• Note: Implementing this approach enabled one of our clients to reduce the average number of people in a meeting by 75%, dramatically adding to the number of hours saved from people attending meetings they didn’t need to be at.
  • Meeting organizers should focus on actively engaging each attendee.This both reinforces the idea that each participant will make a valuable contribution, and ensures that EVERYONE gets a chance to be heard.Every meeting needs to lead to action.

V. Meetings must result in clear plans for action, with all agreeing who is accountable for what, and when.

The solution here is to implement a standard process for how you close each agenda item to ensure alignment, agreement and accountability. Here is a list of questions that we coach our leaders to use:

  • “Is there anything else someone needs to say or ask before we move on?” This helps flush out any unspoken concerns or unshared information.
  • “Is everyone in agreement with the decision?” If someone isn’t, then ask what it would take to get him or her on board.
  • “What specifically will we do by our next meeting to ensure progress?”
  • “Who is responsible for taking action? What level of responsibility do they have? What resources do they have?”

Meeting management fix:

  • Recruit a team of “meeting scribes” to document meeting highlights and agreed decisions, actions and responsibilities.Their notes can then be shared with all attendees and act as a reference document when following up on responsibility and accountability.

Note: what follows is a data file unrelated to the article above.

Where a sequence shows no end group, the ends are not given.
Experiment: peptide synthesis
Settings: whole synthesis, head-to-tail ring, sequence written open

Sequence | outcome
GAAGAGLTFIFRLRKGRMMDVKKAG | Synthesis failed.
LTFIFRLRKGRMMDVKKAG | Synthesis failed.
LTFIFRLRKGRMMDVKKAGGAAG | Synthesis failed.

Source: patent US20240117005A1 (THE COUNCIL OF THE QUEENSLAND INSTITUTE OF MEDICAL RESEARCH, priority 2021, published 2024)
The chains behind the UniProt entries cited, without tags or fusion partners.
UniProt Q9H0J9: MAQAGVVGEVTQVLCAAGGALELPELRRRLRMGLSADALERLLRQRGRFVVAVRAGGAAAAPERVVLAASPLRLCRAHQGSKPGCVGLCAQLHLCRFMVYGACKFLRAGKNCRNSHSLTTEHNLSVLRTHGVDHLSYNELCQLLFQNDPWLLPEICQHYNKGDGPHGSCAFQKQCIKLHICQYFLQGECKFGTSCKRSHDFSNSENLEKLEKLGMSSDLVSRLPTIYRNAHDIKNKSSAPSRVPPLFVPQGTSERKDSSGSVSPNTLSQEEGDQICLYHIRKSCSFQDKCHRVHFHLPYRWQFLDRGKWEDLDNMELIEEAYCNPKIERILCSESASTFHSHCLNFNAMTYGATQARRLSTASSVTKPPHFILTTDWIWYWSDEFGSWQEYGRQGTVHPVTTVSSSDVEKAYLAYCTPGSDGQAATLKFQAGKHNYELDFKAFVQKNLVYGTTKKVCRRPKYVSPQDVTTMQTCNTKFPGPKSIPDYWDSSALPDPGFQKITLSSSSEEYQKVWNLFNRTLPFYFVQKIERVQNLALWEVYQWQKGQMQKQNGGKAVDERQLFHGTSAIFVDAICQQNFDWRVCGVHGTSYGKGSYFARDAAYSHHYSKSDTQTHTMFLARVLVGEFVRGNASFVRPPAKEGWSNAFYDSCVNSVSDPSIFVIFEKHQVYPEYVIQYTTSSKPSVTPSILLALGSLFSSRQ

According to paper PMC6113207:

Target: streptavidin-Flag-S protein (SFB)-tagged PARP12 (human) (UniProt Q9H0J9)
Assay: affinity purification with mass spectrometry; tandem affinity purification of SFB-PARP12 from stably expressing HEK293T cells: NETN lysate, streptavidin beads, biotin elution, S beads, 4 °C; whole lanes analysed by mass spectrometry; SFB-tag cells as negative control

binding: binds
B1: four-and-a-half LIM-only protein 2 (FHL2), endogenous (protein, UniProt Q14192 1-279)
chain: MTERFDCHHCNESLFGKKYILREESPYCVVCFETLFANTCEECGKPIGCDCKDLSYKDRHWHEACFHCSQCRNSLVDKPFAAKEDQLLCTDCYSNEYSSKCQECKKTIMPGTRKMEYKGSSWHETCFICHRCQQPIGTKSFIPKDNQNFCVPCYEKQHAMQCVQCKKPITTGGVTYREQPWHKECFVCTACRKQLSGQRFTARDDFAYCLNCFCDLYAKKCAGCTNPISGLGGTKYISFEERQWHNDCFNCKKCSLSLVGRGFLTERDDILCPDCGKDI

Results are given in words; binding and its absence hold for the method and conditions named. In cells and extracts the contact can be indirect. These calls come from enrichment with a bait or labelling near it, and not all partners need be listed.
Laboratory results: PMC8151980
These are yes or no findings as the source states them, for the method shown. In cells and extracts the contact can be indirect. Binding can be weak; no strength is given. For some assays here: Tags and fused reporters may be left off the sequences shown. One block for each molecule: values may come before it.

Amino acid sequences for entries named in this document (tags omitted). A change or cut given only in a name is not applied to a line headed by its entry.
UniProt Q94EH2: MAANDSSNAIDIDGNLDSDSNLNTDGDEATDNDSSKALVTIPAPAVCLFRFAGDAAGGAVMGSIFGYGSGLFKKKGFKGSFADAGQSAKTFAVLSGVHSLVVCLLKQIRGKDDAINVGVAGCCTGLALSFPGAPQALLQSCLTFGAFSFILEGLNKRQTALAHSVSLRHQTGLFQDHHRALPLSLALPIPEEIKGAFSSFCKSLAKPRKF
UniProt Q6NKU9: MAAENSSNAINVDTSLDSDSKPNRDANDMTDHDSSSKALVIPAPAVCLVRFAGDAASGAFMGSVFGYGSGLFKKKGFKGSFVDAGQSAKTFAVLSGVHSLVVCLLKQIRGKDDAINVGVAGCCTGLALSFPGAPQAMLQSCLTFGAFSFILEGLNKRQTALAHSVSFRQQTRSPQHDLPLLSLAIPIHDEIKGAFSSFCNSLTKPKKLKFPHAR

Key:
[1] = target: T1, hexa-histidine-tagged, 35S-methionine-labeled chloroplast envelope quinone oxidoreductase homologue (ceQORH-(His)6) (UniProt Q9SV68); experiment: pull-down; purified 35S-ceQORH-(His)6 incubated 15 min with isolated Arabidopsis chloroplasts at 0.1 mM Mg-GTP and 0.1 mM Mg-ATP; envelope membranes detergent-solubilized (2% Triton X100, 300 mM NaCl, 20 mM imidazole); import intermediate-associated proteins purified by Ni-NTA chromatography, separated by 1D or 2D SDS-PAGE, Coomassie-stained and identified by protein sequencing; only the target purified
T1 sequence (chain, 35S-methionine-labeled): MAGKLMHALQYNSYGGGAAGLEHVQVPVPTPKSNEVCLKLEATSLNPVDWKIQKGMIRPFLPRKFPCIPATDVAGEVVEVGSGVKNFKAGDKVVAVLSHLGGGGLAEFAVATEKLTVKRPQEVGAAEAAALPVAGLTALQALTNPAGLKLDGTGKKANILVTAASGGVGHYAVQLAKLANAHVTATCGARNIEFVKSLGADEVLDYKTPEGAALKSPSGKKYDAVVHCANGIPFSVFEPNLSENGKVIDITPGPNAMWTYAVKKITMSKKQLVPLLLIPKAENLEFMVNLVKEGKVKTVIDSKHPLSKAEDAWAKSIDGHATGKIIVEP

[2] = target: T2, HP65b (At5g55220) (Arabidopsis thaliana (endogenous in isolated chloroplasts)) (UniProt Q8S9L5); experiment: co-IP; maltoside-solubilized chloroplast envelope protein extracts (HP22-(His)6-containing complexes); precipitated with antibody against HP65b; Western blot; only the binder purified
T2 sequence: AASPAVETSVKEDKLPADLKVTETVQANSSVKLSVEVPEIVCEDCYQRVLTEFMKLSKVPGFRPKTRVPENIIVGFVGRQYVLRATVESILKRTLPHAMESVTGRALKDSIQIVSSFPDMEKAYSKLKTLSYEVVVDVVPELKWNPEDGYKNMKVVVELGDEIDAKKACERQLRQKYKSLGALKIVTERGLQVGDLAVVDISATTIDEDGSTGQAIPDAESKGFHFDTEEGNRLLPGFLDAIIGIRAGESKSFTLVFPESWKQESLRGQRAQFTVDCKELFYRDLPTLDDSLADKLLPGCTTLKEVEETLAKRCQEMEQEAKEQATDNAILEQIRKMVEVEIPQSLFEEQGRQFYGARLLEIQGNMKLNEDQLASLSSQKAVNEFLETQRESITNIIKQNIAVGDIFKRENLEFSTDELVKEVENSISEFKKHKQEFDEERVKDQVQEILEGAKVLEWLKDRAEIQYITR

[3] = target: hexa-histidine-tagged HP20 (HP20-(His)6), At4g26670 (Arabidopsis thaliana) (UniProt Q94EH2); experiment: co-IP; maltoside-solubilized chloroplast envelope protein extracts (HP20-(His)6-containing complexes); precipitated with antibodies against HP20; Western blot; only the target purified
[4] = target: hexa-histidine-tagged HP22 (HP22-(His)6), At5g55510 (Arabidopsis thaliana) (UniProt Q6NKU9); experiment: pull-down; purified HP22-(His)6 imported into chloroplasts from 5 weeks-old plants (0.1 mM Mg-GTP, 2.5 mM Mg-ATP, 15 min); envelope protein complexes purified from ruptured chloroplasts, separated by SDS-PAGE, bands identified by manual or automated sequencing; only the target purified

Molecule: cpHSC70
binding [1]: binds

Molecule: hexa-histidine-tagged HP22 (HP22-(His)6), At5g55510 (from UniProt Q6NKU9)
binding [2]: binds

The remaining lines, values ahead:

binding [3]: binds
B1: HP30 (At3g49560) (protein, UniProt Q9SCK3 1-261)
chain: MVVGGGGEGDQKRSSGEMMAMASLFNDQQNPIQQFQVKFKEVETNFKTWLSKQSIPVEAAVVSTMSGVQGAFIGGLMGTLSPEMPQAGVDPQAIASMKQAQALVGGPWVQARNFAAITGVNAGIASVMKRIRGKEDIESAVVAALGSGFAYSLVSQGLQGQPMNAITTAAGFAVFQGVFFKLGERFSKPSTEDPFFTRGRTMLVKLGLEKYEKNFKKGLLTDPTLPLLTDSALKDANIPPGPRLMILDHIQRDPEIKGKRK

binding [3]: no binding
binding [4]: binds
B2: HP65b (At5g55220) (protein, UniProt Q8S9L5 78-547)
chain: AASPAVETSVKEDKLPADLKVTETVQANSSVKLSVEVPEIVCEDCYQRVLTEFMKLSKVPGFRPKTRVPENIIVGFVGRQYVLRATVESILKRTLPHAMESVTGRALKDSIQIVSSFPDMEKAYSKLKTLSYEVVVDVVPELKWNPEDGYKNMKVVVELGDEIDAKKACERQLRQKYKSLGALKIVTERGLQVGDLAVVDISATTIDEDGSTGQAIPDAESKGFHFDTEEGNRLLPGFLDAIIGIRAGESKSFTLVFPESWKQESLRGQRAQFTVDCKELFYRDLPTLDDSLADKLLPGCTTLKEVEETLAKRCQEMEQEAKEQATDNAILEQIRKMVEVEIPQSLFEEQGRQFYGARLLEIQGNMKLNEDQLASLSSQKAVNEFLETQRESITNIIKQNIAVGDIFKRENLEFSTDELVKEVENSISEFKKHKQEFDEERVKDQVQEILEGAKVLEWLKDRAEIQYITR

VI. Meeting attendees need to be PRESENT – not just in body, but also in mind

To be invited to a meeting means YOU are invited, not your computer and your phone.

This probably sounds anachronistic and unthinkable to some millennials. However, for meetings to be effective platforms for decision making, each person needs to be 100% present. Not just in body, but also in mind. No distractions.

Meetings are not a time to do your emails, surf the web, multi-task. In fact, if that is what you are doing in certain meetings then you probably don’t have to be there as you are clearly are not DIRECTLY involved with the decision making about the meeting topic

Meeting management fix:

  • Ban all laptops, tablets and phones from meetings. Only allow notebooks and pens.

In Conclusion:

Running effective meetings takes a lot of work. But unless you want your teams to have meetings for meetings’ sake, we highly recommend developing your personal or organizational meeting philosophy. Your teams will have fewer meetings, allowing you to take action more swiftly. The meetings you do have will be more effective, and ultimately your team or company will end up moving towards its goals faster.

About the author

Brenda van Camp Brenda van Camp
Founder & CEO, Upwardley

Brenda is the Founder and CEO of Upwardley, the new San Francisco based start-up that harnesses the latest people science & technology to re-imagine leadership development for the modern enterprise by making it more affordable, personalized, on-demand and habit-building.

Brenda is also the author of the book “The Leadership Workout”, which provides you with a 31-day framework to purposefully direct and regularly review your leadership through daily reflection and practice, to help you refine and further develop your leadership. One facet at a time, one day at a time

check-list of leadership competencies for the c-suite

Reach for the C-Suite: A Competencies Checklist

Reach for the C-Suite: A Competencies Checklist

Brenda van Camp Brenda van Camp,
Founder & CEO, Upwardley

According to the U.S. Bureau of Labor Statistics, there are about 343,000 top executive jobs, versus about 2,124,100 jobs in lower and middle management (a ratio of approximately 6:1). This points to one often overlooked barrier to ascending the corporate ladder: